Porch Discussion covers education, planning morning lecture platform

Taylor Rogers | Staff Writer

Sherra Babcock, director of the Department of Education, received mixed reviews on the morning lecture series from those attending Week Eight’s Trustee Porch Discussion.

One attendee suggested the lecture themes each week are becoming too broad, while another said they had become too specific.

“It’s wonderful to have different points of view about that,” she said in response.

Babcock, whose department handles the lecture series, Chautauqua Literary and Scientific Circle, the Writer’s Center and Special Studies, among other things, asked the audience: How do we have a greater impact on the overall populous?

Babcock referred to “Chautauqua In Depth,” a recent program that engaged Chautauquans and those new to Chautauqua during the off-season and within the season through various webinars and other platforms on the issue of improving public education in the United States.

Hugh Butler, president of the Chautauqua Property Owners Association, said he had participated and was unsatisfied with the experience because it did not foster any specific, concrete results.

“Speaker after speaker this year and next year is going to tell us that education is the thing to confront, and it’s got to change,” he said. “It’s broken the way it is. Why doesn’t Chautauqua take a leadership role? We’re the perfect place to do it.”

He added that becoming more specific and closer to topics might make that more plausible.

Babcock also walked attendees through the process of choosing lecture themes and speakers.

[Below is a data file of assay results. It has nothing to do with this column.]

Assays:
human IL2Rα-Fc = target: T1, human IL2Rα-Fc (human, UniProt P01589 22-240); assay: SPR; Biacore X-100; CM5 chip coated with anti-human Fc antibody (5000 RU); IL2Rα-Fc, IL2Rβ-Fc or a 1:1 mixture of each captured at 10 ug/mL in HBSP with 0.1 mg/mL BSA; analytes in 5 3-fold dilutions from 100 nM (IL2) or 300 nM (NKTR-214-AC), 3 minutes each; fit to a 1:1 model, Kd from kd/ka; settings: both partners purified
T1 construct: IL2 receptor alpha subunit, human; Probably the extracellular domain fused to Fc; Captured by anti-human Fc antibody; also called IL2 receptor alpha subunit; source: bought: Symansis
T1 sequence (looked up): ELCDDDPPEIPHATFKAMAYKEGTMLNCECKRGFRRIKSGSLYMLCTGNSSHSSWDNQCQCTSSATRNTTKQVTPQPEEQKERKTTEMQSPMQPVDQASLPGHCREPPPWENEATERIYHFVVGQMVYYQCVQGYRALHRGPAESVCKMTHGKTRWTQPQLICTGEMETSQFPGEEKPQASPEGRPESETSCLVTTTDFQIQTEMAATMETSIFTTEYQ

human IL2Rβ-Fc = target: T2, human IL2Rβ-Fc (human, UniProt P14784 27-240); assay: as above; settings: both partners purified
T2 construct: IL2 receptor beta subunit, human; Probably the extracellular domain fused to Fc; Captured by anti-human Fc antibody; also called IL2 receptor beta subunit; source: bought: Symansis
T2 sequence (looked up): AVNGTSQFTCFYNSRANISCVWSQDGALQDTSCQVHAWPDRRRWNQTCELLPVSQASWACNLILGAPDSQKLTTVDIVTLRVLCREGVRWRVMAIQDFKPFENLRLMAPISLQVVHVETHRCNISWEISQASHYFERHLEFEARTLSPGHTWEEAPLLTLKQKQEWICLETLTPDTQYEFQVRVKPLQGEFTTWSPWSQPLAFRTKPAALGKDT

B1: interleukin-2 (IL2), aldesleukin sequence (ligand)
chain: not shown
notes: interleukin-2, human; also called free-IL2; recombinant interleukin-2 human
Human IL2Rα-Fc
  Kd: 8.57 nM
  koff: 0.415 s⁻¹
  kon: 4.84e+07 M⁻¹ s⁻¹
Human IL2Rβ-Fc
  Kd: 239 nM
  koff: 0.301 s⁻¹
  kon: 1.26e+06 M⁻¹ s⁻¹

Her team generally begins examining ideas for themes 18 months in advance. She said they normally sort through close to 200 suggestions.

From these, a small group of the staff narrows them down to roughly 20 themes. They then discuss these more closely and reduce them to nine. Babcock said they try to include a range of topics each season.

She said the process of choosing speakers also begins far in advance. The idea is to bring in lecturers who will present different perspectives on the week’s theme.

It’s often helpful, she said, when Chautauquans have a connection to a speaker and offer to encourage a visit.

“Getting the 45 speakers is quite a trick,” Babcock said, adding that she generally is limited to a budget of $3,000 per speaker.

There is also a team of lecture evaluators to help gauge whether the speaker should be invited back.

During the Q-and-A of the discussion, an audience member asked how Chautauquans were responding to the recent Special Studies programs.

Babcock said when she arrived at Chautauqua she was charged with improving Special Studies, reducing the number of offerings while making topics more specific and the courses larger. Her current task regarding Special Studies is to increase the number of courses in science and more for the younger generations.

Babcock was also asked about the impact of Tuesday’s speaker, Dev Patnaik, who spoke on innovation in business as well as the benefits of empathizing with your customer.

“The ideas were too good to float away,” the audience member said.

Babcock agreed, adding that she had already suggested the staff view a video of Patnaik’s lecture and discuss his ideas.